SSH Library Compromised: Malicious Backdoor Discovered

— Sam Jacob Dec, 2, 2023

Cybeer Security Blogs >> Secrets In Code >> SSH Library Compromised

Malicious backdoor found in SSH libraries

On March 29th, it was reported that malicious code enabling unauthorized remote SSH access has been detected within XZ Utils, a widely used package present in major Linux distributions (The GitHub project originally hosted here is now suspended). 

Andres Freund, a principal software engineer at Microsoft, discovered the backdoor and reported it to Linux distributor Openwall on Friday morning.

Vulnerability Details:

The backdoor is found on liblzma, a package within XZ library that does lot of compression on the internet as part of OpenSSH. Malicious code hidden in the utility package creates a critical supply chain threat that potentially exposes SSH services to unauthorized access.

Malicious .m4 files added to the xz tarballs in version 5.6.0, which was released on Feb. 24, contained automake instructions for building the compression library liblzma that modified its functions to allow for unauthorized access.

These changes to liblzma can lead to sshd compromise due to many Linux distros incorporating libsystemd, which enables systemd notifications and is dependent on liblzma, into their OpenSSH implementations.

The added .m4 cmfiles were heavily obfuscated, apparently to hide their malicious function, and were added by a user who has been an active contributor to the xz project for two years.

CVE: The U.S. Cybersecurity & Infrastructure Security Agency (CISA) released an alert about the issue, which is tracked as CVE-2024-3094 and has a maximum CVSS score of 10, warning developers and users to downgrade xz to a safe version such as version 5.4.6 stable.

Who is affected by CVE-2024-3094?

Fortunately, the malicious code was discovered quickly and managed to infect only two of the most recent versions of the package, 5.6.0 and 5.6.1, which were released within the past month. Stable versions of most Linux distributions were not affected.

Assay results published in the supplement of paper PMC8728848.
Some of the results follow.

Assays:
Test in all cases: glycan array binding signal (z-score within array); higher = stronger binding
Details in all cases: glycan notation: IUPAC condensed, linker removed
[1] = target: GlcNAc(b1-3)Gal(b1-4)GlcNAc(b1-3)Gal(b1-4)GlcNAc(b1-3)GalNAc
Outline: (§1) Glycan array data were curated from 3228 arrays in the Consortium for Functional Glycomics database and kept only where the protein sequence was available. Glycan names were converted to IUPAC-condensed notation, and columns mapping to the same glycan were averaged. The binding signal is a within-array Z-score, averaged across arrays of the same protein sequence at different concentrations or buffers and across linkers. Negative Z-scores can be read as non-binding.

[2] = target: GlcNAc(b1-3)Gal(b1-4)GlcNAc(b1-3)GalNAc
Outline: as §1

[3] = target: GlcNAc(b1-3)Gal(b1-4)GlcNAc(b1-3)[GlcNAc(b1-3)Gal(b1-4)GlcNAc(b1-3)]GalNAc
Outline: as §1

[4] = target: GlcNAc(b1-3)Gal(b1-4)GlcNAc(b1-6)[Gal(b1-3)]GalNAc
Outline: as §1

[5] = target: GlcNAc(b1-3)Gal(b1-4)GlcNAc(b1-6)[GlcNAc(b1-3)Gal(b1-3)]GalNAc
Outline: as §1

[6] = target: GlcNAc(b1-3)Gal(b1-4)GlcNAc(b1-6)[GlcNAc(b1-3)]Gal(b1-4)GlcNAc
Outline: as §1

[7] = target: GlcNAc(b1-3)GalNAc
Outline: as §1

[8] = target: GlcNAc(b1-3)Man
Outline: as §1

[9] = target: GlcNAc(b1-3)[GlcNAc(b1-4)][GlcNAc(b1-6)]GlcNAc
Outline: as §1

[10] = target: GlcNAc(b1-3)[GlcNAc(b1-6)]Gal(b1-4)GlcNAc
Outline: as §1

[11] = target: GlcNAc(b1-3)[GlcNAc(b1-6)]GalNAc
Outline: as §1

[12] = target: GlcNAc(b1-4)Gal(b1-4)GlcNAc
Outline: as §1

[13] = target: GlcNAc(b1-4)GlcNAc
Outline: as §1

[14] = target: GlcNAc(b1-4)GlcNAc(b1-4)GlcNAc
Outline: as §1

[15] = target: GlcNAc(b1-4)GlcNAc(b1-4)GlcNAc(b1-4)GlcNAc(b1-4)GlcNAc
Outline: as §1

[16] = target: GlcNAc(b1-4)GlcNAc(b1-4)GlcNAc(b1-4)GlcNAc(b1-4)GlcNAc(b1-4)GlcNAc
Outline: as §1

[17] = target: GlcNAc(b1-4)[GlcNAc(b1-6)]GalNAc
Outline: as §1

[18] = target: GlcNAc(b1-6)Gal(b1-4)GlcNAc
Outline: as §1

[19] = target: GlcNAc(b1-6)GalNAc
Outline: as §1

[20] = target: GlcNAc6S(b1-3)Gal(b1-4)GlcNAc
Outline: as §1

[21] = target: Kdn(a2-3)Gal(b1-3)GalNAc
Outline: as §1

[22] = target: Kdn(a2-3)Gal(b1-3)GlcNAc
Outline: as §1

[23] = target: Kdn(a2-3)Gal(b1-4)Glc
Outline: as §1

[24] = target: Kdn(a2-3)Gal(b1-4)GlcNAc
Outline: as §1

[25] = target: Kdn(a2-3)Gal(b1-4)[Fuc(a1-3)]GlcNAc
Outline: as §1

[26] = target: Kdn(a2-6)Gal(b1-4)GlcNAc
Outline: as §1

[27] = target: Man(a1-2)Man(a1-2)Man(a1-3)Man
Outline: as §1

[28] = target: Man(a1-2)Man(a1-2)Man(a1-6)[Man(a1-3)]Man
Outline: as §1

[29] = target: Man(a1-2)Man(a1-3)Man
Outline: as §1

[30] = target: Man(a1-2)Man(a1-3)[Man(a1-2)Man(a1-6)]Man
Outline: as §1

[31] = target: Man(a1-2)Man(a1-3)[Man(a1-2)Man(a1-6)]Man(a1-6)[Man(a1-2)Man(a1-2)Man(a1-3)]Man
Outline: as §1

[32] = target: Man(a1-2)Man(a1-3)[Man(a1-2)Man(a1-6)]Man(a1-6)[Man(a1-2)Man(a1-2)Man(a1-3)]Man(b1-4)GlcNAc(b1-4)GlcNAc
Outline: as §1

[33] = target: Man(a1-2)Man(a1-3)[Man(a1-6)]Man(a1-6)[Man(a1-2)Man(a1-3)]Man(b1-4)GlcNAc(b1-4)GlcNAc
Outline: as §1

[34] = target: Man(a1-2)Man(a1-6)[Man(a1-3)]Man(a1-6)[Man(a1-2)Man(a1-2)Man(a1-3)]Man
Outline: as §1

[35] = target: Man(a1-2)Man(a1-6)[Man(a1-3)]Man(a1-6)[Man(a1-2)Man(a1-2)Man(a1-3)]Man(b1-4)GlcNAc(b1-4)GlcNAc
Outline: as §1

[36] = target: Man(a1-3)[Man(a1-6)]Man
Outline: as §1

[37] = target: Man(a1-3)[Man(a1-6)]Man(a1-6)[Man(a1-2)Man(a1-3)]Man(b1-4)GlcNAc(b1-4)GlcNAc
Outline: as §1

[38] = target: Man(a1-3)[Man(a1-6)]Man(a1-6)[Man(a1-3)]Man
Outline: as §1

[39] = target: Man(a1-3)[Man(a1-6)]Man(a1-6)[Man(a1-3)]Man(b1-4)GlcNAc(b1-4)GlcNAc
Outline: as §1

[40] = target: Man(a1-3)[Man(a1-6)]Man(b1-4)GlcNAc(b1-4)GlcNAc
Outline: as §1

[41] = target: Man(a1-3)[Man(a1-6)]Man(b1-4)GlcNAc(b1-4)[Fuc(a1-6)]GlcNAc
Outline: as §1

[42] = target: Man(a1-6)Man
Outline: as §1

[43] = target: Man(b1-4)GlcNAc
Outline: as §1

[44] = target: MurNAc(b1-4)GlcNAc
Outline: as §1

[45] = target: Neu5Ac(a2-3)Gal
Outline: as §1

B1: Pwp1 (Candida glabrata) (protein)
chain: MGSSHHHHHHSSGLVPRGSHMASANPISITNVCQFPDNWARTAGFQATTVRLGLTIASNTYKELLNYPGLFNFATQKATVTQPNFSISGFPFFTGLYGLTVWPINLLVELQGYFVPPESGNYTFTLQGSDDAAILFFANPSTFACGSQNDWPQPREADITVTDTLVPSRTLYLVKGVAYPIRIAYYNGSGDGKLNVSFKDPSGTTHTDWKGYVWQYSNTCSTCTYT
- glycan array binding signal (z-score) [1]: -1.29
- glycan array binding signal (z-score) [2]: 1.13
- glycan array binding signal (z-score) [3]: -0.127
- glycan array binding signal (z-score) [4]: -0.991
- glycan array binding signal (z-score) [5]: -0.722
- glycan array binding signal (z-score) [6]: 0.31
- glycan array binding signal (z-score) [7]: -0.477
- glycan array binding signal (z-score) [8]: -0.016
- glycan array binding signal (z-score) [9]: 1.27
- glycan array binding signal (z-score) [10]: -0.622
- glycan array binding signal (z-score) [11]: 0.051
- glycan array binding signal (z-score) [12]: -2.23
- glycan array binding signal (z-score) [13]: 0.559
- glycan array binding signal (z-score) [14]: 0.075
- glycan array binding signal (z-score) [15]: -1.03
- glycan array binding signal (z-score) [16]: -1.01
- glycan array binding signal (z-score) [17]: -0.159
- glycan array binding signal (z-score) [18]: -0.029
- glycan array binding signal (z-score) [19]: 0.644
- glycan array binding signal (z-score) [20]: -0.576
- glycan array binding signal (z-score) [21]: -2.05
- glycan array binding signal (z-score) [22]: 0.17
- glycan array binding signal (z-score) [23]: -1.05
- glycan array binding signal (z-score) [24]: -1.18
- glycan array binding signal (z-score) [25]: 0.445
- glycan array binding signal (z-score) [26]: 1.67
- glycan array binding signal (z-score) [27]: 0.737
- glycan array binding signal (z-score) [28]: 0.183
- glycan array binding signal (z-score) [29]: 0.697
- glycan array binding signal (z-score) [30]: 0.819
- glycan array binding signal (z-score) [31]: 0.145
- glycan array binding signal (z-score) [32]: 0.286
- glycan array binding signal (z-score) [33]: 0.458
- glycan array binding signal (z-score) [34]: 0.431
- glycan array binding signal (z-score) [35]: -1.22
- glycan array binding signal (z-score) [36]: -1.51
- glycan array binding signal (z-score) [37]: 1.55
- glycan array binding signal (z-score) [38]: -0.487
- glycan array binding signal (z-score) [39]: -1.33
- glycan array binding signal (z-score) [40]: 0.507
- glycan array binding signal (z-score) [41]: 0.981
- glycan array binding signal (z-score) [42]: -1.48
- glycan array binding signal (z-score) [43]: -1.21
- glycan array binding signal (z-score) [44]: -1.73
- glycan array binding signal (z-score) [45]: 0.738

Fortunatley, XZ 5.6.0 and 5.6.1 have not yet been widely integrated by Linux distributions, and where they have, they are mostly in pre-release versions.”

The following distributions were affected by the attack – 


Affected Branches

Affected Packages




40, 41, Rawhide (active development)



Fedora 40 – Update to latest version (5.4.x).

Fedora 41 & Rawhide – Stop using immediately.



testing, unstable (sid), experimental

xz-utils 5.5.1alpha-0.1

(uploaded on 2024-02-01), up to and including 5.6.1-1

Update to latest version (5.6.1+really5.4.5-1)

No stable branches are affected


Edge (active development)

xz 5.6.1-r0, 5.6.1-r1

Update to latest version (5.6.1-r2)

No stable branches are affected



xz-utils 5.6.0-0.2

(Kali installations updated between March 26th to March 29th)

Update to latest version (5.6.1+really5.4.5-1)




xz-5.6.0, xz-5.6.1

Update to latest version (5.6.1.revertto5.4)


Arch Linux


xz 5.6.0-1

Update to latest version (5.6.1-2)



Check if your version of “xz” is one of the affected versions. Note that it is recommended to continuously scan your codebase to detect such vulnerabilities in open-source and third-party libraries.

Immediately downgrade your version of xz to an earlier version (5.4.6 is the latest unaffected version in most distributions).

  • Red Hat published an urgent security alert Friday, warning users to immediately stop using any instances of Fedora Rawhide due to a potential compromise through xz. The alert also recommends users downgrade Fedora Linux 40 to a version that uses XZ 5.4, although Red Hat reports that no Fedora Linux 40 builds have been shown to be compromised. Red Hat Enterprise Linux is not affected by any version.
  • Freund discovered the backdoor while testing the latest unstable distribution of Debian, and Debian’s security advisory confirms the compromised utility was included in its testing, unstable and experimental distributions. The advisory states the package has been reverted to version 5.4.5 and urges users to apply the update.
Blog by- SecIQ Security Research Team